Hi Red Army,
Thank you for the quick reply. I guess i do not have a choice but to break up the concrete all the way to the spot where it ties into the 2" wet vent to see how it is laid out underground.
Oct 22nd, 2020 9:14 am
Hi Red Army,
Oct 22nd, 2020 11:39 am
Based on the pics you posted before I’d guess they used no more than 1 , 45 degree fitting from the 2x11/2” wye
Oct 22nd, 2020 12:40 pm
I am starting to think the same. I tried to look at some new builds that are underway to get a idea or see if i can bump into the plumbing crew, but none are at this stage (would only provide an rough idea anyway). I emailed the service manager to see if he could provide some information.
Oct 22nd, 2020 12:46 pm
Oct 22nd, 2020 1:05 pm
“Frost free” hose bibs still require an interior shutoff. That shutoff does not require a drain bleeder cap that standard hose bibs require. The shutoff does not have to be as close as possible to where the pipe exits the house as standard hose bibs do.exrcoupe wrote: ↑ Am in the process of getting the basement redone and the exterior hose faucets need to get replaced as they leak. I was going to get the contractor to replace the exterior faucet and install a new shutoff valve on the inside, but the shutoff valve will be in the new bathroom right next to the shower stall, so instead of having it there, he suggested we just install a frost free valve, but I've been hearing issues with them long term. If I put in a frost free valve, does that eliminate the need for a manual shutoff?
You can see the hose going out to the exterior wall in this picture and the shutoff valve on the left there.
Should I get him to NOT use a frost free valve and rework the plumbing so that the shutoff is outside the bathroom? The plumbing there is kinda crazy and the feeds go up into the kitchen sink which will be relocated when the kitchen is redone.
Oct 22nd, 2020 1:10 pm
I’d cut as far back as I can and install a 45, and swing the trap to the desired cross haireroci7 wrote: ↑ I am starting to think the same. I tried to look at some new builds that are underway to get a idea or see if i can bump into the plumbing crew, but none are at this stage (would only provide an rough idea anyway). I emailed the service manager to see if he could provide some information.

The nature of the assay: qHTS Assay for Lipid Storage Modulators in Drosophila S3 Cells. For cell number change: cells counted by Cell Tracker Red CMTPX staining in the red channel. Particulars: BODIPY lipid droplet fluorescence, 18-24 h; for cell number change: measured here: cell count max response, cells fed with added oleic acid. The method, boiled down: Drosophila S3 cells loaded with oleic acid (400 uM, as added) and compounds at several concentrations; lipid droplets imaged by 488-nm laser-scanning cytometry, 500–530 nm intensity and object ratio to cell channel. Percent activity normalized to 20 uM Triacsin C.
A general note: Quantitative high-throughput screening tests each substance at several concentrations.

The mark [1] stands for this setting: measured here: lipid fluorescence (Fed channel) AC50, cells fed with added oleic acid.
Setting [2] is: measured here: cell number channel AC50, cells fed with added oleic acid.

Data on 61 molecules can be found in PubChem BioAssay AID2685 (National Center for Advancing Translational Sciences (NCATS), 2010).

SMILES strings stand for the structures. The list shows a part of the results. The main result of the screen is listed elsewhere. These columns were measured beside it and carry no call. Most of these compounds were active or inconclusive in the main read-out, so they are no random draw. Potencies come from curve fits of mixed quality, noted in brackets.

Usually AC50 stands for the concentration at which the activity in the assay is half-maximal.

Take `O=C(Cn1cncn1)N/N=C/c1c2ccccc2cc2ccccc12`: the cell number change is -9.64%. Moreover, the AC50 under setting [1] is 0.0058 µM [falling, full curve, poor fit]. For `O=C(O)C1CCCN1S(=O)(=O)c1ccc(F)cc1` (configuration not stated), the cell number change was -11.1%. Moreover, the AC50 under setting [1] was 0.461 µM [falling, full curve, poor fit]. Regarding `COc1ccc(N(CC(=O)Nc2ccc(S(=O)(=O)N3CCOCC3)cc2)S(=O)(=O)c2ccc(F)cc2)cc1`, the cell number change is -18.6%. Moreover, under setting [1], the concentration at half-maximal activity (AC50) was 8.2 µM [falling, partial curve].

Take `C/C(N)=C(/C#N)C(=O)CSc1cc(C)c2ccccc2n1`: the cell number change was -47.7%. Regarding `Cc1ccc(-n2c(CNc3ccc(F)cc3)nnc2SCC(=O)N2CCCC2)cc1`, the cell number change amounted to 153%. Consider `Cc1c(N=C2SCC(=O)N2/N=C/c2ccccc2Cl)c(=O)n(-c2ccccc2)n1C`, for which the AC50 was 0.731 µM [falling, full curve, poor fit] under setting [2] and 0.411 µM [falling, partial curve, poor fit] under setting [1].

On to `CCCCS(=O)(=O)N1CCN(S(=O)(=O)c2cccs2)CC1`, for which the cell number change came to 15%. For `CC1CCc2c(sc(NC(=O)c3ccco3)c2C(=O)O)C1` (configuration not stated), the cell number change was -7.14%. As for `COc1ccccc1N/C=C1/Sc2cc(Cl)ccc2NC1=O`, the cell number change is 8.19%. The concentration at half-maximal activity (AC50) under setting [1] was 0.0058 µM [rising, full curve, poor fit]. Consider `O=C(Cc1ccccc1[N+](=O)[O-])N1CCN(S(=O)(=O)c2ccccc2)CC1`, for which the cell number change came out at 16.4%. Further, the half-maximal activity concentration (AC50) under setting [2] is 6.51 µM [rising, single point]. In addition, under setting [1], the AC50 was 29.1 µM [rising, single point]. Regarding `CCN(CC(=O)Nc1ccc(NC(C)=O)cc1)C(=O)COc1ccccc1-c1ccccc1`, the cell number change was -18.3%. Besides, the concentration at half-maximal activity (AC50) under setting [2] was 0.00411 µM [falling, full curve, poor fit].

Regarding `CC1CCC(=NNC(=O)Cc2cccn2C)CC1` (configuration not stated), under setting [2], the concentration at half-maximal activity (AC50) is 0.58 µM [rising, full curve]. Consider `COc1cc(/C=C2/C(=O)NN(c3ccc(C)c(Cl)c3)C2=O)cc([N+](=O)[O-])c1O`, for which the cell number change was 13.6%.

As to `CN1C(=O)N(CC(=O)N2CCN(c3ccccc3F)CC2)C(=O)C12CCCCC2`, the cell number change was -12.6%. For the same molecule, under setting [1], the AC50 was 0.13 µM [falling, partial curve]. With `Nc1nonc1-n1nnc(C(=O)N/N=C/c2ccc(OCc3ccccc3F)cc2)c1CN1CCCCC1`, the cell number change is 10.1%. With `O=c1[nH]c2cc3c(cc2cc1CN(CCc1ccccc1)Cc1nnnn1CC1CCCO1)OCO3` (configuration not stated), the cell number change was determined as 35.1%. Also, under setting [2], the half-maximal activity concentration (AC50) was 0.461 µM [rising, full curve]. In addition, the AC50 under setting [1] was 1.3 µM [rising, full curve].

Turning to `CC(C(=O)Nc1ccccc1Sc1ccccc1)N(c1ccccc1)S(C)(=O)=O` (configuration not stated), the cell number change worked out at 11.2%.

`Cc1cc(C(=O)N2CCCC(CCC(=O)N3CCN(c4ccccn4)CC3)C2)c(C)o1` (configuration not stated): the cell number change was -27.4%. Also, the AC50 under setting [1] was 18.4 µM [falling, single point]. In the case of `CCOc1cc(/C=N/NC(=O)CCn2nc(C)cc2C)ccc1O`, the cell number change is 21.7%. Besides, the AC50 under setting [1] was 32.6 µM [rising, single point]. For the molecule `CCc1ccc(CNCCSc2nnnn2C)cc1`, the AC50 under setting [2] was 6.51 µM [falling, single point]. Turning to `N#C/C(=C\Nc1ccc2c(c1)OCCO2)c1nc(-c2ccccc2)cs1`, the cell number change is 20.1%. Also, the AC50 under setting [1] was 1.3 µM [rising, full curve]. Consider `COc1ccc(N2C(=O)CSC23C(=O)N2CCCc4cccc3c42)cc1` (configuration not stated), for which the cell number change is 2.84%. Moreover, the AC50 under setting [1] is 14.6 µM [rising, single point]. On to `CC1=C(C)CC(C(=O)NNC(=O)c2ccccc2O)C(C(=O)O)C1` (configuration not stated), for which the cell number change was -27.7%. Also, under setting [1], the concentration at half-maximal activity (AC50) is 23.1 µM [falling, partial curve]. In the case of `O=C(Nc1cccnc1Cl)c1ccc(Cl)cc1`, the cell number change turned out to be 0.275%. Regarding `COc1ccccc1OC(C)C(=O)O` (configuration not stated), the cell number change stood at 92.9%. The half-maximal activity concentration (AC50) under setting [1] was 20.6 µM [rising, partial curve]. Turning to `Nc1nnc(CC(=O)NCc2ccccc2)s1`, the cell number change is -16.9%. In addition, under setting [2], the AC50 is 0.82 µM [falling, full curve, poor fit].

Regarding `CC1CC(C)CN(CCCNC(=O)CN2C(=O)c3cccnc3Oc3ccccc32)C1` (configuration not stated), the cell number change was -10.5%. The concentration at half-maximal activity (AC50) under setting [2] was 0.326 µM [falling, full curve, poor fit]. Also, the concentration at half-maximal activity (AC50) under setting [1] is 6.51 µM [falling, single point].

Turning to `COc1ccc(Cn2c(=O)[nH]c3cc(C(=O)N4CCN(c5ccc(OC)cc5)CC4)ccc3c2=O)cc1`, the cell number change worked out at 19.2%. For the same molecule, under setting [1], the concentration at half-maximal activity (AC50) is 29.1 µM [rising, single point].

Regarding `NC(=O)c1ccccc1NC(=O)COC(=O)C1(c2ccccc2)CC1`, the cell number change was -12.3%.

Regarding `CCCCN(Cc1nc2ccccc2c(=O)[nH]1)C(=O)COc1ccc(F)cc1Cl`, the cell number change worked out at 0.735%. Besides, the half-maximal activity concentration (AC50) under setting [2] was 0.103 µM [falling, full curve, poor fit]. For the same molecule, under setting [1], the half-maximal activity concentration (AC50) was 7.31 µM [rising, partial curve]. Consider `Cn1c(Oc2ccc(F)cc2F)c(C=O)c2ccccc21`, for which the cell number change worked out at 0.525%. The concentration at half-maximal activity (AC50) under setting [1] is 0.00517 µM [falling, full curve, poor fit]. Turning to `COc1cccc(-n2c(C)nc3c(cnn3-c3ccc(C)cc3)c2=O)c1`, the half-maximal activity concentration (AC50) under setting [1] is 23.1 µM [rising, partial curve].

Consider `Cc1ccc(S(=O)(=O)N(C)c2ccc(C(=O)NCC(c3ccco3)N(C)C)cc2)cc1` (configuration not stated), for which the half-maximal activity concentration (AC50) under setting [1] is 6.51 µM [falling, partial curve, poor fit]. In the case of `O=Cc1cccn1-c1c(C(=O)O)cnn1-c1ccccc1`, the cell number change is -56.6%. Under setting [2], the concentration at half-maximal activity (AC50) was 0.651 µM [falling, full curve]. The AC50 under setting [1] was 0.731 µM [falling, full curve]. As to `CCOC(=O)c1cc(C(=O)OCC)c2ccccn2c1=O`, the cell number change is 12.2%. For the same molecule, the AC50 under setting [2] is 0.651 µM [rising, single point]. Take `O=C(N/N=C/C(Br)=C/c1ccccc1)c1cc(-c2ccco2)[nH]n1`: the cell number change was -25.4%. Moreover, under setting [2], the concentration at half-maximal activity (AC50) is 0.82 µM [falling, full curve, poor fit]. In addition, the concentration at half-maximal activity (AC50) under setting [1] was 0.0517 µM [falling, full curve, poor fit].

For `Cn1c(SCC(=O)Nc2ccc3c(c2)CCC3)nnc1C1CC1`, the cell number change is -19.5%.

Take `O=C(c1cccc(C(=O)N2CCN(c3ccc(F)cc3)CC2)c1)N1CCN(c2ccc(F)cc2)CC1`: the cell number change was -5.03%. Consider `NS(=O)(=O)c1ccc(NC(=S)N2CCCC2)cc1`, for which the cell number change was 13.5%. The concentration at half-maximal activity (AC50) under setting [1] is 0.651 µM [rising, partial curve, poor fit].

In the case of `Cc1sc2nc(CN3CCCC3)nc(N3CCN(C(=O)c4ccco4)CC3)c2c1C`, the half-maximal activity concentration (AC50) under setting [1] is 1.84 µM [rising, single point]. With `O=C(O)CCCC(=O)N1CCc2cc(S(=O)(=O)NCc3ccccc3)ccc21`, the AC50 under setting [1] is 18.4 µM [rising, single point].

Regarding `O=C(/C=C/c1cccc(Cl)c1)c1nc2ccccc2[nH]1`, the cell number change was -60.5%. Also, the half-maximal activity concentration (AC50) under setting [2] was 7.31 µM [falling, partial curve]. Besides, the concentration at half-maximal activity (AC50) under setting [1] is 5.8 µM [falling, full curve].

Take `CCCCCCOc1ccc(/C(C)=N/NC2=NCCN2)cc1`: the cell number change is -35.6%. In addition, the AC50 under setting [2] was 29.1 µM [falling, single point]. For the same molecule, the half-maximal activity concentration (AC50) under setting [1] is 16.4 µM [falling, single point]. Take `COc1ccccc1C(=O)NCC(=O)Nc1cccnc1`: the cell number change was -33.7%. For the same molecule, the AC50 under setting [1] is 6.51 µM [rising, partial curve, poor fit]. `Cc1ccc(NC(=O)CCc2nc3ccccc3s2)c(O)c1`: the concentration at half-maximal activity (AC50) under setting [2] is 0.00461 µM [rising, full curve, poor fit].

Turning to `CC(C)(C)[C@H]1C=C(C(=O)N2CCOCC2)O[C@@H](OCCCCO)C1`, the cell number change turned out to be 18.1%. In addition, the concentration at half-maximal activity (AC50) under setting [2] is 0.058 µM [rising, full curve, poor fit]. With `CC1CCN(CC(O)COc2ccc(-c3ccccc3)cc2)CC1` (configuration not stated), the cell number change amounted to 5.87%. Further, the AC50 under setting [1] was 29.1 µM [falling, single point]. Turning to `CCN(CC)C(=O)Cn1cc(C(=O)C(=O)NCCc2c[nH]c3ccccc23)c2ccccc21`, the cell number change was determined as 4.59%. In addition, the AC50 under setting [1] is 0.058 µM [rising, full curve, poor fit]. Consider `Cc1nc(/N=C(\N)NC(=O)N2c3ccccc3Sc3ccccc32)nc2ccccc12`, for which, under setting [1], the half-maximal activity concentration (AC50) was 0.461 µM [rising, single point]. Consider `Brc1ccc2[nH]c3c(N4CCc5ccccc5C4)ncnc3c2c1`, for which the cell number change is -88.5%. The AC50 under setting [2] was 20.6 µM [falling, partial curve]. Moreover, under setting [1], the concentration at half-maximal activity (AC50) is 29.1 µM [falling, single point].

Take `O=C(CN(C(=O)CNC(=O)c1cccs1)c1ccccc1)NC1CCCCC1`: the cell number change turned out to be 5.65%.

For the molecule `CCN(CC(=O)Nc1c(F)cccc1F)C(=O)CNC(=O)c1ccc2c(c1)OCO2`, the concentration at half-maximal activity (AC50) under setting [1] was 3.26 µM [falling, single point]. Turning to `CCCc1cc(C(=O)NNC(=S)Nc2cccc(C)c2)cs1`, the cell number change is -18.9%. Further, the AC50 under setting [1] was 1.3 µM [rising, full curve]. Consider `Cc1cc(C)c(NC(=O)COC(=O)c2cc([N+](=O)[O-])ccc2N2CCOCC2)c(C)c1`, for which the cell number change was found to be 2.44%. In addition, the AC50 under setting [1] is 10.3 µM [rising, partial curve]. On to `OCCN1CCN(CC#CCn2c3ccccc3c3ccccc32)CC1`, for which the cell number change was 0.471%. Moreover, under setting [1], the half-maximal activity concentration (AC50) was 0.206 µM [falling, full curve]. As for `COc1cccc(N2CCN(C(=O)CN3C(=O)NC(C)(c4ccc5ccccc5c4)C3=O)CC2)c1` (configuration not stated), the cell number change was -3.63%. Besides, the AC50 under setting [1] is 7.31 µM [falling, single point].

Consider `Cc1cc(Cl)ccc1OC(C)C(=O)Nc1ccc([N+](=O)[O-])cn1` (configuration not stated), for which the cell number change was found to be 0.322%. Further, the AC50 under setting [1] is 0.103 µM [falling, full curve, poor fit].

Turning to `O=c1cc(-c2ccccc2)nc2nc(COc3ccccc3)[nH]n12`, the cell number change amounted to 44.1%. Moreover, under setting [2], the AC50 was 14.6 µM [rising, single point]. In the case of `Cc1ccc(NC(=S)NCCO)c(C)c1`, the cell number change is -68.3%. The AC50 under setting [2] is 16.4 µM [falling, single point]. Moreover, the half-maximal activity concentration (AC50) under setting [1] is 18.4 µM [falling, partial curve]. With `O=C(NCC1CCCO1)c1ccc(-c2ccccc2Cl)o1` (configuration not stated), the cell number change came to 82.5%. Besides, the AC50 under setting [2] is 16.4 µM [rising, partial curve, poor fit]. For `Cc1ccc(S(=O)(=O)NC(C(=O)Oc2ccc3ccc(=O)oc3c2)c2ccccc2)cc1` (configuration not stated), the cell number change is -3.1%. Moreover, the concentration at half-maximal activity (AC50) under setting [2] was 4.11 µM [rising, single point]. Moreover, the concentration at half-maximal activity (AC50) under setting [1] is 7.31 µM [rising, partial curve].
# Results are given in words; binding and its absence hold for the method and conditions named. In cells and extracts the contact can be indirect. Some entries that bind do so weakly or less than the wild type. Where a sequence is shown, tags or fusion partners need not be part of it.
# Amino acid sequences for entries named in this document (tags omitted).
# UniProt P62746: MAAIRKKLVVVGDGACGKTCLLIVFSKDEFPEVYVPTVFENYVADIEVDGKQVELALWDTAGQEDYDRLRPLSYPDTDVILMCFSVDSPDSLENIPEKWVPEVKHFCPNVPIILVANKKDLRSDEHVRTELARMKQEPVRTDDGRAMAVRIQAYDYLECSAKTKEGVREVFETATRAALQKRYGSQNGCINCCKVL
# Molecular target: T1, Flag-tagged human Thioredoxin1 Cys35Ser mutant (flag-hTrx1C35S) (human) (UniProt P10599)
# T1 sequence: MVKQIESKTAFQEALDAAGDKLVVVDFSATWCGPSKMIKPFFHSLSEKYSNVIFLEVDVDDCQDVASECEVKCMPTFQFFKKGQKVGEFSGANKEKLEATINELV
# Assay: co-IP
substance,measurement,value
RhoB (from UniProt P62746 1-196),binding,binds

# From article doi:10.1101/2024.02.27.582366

I don't mind renting the demolition hammer again, but if i could avoid it, it would be wonderful.
I guess, for now, i can add an elbow (maybe 22.5-degree) from the drain leading to centered p-trap + riser in the red dotted area.
Oct 22nd, 2020 2:01 pm
Oh, I see what you mean. Whoever installed the shutoff valve and had it go upwards and bend to go out of the house is an idiot. No way to drain that and if it froze, that'd be were it'd be. Sigh.. one stupid thing after another with this house,Red_Army wrote: ↑ “Frost free” hose bibs still require an interior shutoff. That shutoff does not require a drain bleeder cap that standard hose bibs require. The shutoff does not have to be as close as possible to where the pipe exits the house as standard hose bibs do.
If you do relocate the shutoff, don’t install it in the Same manner as pictured. There’s no way to properly drain that line. Install it on the same horizontal as the pipe it is serving and slope that pipe to the outside bib
Oct 22nd, 2020 7:43 pm
Oct 22nd, 2020 8:06 pm
CanRulez wrote: ↑ Hi,
We bought a home recently...and I'm looking at some of the images from the inspection report.
House was built in 2001 and it's located in Central Oakville, south of QEW, and slightly norther of Lakeshore.
I posted a handful of images below.
Two images show a green pipe in the ground which takes in water from the downspout. I am not sure why the green pipe is not deeper in the ground and why it's not below the frost line. Is this normal for houses built during this time period? If it's a possible issue, how should I resolve it? I'm worried when I mow the lawn in this area that I might accidentally destroy the pipe with the cutting blades.
The other images are of my water meter and two other items next to it. What are the other two items to the left of the water meter? It looks like a water filtration system of some sort, perhaps? How are these maintained? LOL...sorry, this is the first time I've bought a resale home so I haven't got a clue.
Oct 22nd, 2020 8:21 pm
Thanks for your expert advice. So since the water is bypassing the water filter system, I can just leave that alone....drinking the water from the tap is safe? I supposed I should still use a Brita filter, right?Red_Army wrote: ↑ First image is a makeshift down spout diversion most likely done by the homeowner . (No advice for you here other than if you’re worried about it to buy an extension and drain it directly to the lawn
The second pic is a whole home water filter. This specific filter was discontinued over 10 years ago because the among the granulated carbon , it contained silver impregnated media. Silver
Is considered toxic and the system should be removed at some point. The valve system in place is bypassing this filter system so there no big hurry to have it removed or replaced
Oct 22nd, 2020 8:38 pm
Yes it’s most likely perfectly fine. Silver Landed on the EPA’s (usa) toxic pesticides list as long term ingestion of silver may cause argyria in humans and animals, this effect is cosmetic only and is not harmful to health.
Oct 25th, 2020 7:00 pm
Oct 25th, 2020 7:31 pm
Remove the red tab, this will expose a screw that can be removed with an appropriate sized Allen key. This will allow you to remove the handle to access the cartridge/retaining nut. It could just be that the retaining but is loose, but it could also be leaking from the cartridge itself. You won’t know until you get a closer look
Oct 25th, 2020 10:21 pm
Oct 26th, 2020 8:53 am